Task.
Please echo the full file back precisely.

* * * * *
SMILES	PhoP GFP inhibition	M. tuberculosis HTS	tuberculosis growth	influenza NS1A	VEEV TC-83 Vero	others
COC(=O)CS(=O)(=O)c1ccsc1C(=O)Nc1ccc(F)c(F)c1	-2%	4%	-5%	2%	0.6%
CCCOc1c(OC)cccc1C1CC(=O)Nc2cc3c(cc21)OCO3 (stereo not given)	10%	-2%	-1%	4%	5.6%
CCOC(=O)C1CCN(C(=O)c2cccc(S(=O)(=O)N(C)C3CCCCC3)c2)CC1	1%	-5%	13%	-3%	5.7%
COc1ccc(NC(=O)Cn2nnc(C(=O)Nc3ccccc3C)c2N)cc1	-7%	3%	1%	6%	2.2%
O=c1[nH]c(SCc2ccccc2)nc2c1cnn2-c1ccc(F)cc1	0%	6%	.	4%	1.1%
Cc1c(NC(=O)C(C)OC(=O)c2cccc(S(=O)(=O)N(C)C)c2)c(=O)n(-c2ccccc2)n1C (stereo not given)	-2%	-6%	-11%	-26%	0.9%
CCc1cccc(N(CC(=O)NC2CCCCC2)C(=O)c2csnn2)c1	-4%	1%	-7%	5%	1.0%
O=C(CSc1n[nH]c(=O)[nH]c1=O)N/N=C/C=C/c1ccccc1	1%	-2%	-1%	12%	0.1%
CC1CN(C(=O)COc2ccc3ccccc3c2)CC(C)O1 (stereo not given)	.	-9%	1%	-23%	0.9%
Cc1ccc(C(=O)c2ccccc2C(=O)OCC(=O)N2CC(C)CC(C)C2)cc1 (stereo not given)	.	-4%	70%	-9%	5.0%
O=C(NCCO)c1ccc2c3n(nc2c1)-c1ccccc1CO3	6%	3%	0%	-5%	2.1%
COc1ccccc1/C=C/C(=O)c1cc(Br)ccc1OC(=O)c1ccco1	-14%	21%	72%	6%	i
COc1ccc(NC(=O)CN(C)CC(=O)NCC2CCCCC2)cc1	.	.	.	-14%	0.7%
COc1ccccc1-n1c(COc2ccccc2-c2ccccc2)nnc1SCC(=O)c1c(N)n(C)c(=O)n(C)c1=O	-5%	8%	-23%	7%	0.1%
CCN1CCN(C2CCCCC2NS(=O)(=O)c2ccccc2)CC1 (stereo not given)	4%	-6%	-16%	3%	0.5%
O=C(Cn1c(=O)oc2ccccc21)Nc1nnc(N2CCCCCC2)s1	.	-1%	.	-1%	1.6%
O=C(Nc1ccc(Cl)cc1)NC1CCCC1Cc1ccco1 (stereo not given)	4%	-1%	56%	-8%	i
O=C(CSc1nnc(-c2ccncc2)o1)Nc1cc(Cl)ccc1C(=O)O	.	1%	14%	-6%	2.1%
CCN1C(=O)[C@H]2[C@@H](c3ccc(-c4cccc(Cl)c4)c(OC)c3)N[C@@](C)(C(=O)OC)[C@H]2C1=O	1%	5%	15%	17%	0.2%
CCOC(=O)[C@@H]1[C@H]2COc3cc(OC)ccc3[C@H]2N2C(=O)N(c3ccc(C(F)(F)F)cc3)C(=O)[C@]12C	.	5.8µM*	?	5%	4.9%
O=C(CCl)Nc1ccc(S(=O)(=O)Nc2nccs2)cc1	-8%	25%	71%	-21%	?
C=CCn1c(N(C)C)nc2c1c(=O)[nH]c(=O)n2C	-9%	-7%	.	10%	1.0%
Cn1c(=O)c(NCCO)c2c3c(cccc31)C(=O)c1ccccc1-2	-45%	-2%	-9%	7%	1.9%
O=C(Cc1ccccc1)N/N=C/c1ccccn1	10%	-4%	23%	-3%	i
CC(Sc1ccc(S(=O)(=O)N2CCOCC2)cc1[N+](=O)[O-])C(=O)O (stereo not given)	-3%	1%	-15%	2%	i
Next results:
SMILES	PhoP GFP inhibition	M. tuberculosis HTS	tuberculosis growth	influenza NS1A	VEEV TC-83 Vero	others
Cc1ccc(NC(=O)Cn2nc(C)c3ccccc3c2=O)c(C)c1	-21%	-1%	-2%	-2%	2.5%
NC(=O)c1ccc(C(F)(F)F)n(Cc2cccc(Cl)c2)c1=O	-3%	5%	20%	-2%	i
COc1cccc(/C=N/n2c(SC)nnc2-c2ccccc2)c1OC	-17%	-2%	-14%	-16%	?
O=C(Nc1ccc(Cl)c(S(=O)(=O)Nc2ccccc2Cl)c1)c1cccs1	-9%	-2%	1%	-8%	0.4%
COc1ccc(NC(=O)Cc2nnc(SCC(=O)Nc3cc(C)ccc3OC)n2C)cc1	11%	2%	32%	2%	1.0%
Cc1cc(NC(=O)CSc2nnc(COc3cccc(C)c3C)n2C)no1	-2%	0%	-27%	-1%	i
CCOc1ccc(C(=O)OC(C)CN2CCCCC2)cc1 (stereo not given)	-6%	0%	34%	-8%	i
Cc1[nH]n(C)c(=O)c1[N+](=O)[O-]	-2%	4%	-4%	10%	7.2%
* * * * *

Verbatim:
SMILES	PhoP GFP inhibition	M. tuberculosis HTS	tuberculosis growth	influenza NS1A	VEEV TC-83 Vero	others
COC(=O)CS(=O)(=O)c1ccsc1C(=O)Nc1ccc(F)c(F)c1	-2%	4%	-5%	2%	0.6%
CCCOc1c(OC)cccc1C1CC(=O)Nc2cc3c(cc21)OCO3 (stereo not given)	10%	-2%	-1%	4%	5.6%
CCOC(=O)C1CCN(C(=O)c2cccc(S(=O)(=O)N(C)C3CCCCC3)c2)CC1	1%	-5%	13%	-3%	5.7%
COc1ccc(NC(=O)Cn2nnc(C(=O)Nc3ccccc3C)c2N)cc1	-7%	3%	1%	6%	2.2%
O=c1[nH]c(SCc2ccccc2)nc2c1cnn2-c1ccc(F)cc1	0%	6%	.	4%	1.1%
Cc1c(NC(=O)C(C)OC(=O)c2cccc(S(=O)(=O)N(C)C)c2)c(=O)n(-c2ccccc2)n1C (stereo not given)	-2%	-6%	-11%	-26%	0.9%
CCc1cccc(N(CC(=O)NC2CCCCC2)C(=O)c2csnn2)c1	-4%	1%	-7%	5%	1.0%
O=C(CSc1n[nH]c(=O)[nH]c1=O)N/N=C/C=C/c1ccccc1	1%	-2%	-1%	12%	0.1%
CC1CN(C(=O)COc2ccc3ccccc3c2)CC(C)O1 (stereo not given)	.	-9%	1%	-23%	0.9%
Cc1ccc(C(=O)c2ccccc2C(=O)OCC(=O)N2CC(C)CC(C)C2)cc1 (stereo not given)	.	-4%	70%	-9%	5.0%
O=C(NCCO)c1ccc2c3n(nc2c1)-c1ccccc1CO3	6%	3%	0%	-5%	2.1%
COc1ccccc1/C=C/C(=O)c1cc(Br)ccc1OC(=O)c1ccco1	-14%	21%	72%	6%	i
COc1ccc(NC(=O)CN(C)CC(=O)NCC2CCCCC2)cc1	.	.	.	-14%	0.7%
COc1ccccc1-n1c(COc2ccccc2-c2ccccc2)nnc1SCC(=O)c1c(N)n(C)c(=O)n(C)c1=O	-5%	8%	-23%	7%	0.1%
CCN1CCN(C2CCCCC2NS(=O)(=O)c2ccccc2)CC1 (stereo not given)	4%	-6%	-16%	3%	0.5%
O=C(Cn1c(=O)oc2ccccc21)Nc1nnc(N2CCCCCC2)s1	.	-1%	.	-1%	1.6%
O=C(Nc1ccc(Cl)cc1)NC1CCCC1Cc1ccco1 (stereo not given)	4%	-1%	56%	-8%	i
O=C(CSc1nnc(-c2ccncc2)o1)Nc1cc(Cl)ccc1C(=O)O	.	1%	14%	-6%	2.1%
CCN1C(=O)[C@H]2[C@@H](c3ccc(-c4cccc(Cl)c4)c(OC)c3)N[C@@](C)(C(=O)OC)[C@H]2C1=O	1%	5%	15%	17%	0.2%
CCOC(=O)[C@@H]1[C@H]2COc3cc(OC)ccc3[C@H]2N2C(=O)N(c3ccc(C(F)(F)F)cc3)C(=O)[C@]12C	.	5.8µM*	?	5%	4.9%
O=C(CCl)Nc1ccc(S(=O)(=O)Nc2nccs2)cc1	-8%	25%	71%	-21%	?
C=CCn1c(N(C)C)nc2c1c(=O)[nH]c(=O)n2C	-9%	-7%	.	10%	1.0%
Cn1c(=O)c(NCCO)c2c3c(cccc31)C(=O)c1ccccc1-2	-45%	-2%	-9%	7%	1.9%
O=C(Cc1ccccc1)N/N=C/c1ccccn1	10%	-4%	23%	-3%	i
CC(Sc1ccc(S(=O)(=O)N2CCOCC2)cc1[N+](=O)[O-])C(=O)O (stereo not given)	-3%	1%	-15%	2%	i
Next results:
SMILES	PhoP GFP inhibition	M. tuberculosis HTS	tuberculosis growth	influenza NS1A	VEEV TC-83 Vero	others
Cc1ccc(NC(=O)Cn2nc(C)c3ccccc3c2=O)c(C)c1	-21%	-1%	-2%	-2%	2.5%
NC(=O)c1ccc(C(F)(F)F)n(Cc2cccc(Cl)c2)c1=O	-3%	5%	20%	-2%	i
COc1cccc(/C=N/n2c(SC)nnc2-c2ccccc2)c1OC	-17%	-2%	-14%	-16%	?
O=C(Nc1ccc(Cl)c(S(=O)(=O)Nc2ccccc2Cl)c1)c1cccs1	-9%	-2%	1%	-8%	0.4%
COc1ccc(NC(=O)Cc2nnc(SCC(=O)Nc3cc(C)ccc3OC)n2C)cc1	11%	2%	32%	2%	1.0%
Cc1cc(NC(=O)CSc2nnc(COc3cccc(C)c3C)n2C)no1	-2%	0%	-27%	-1%	i
CCOc1ccc(C(=O)OC(C)CN2CCCCC2)cc1 (stereo not given)	-6%	0%	34%	-8%	i
Cc1[nH]n(C)c(=O)c1[N+](=O)[O-]	-2%	4%	-4%	10%	7.2%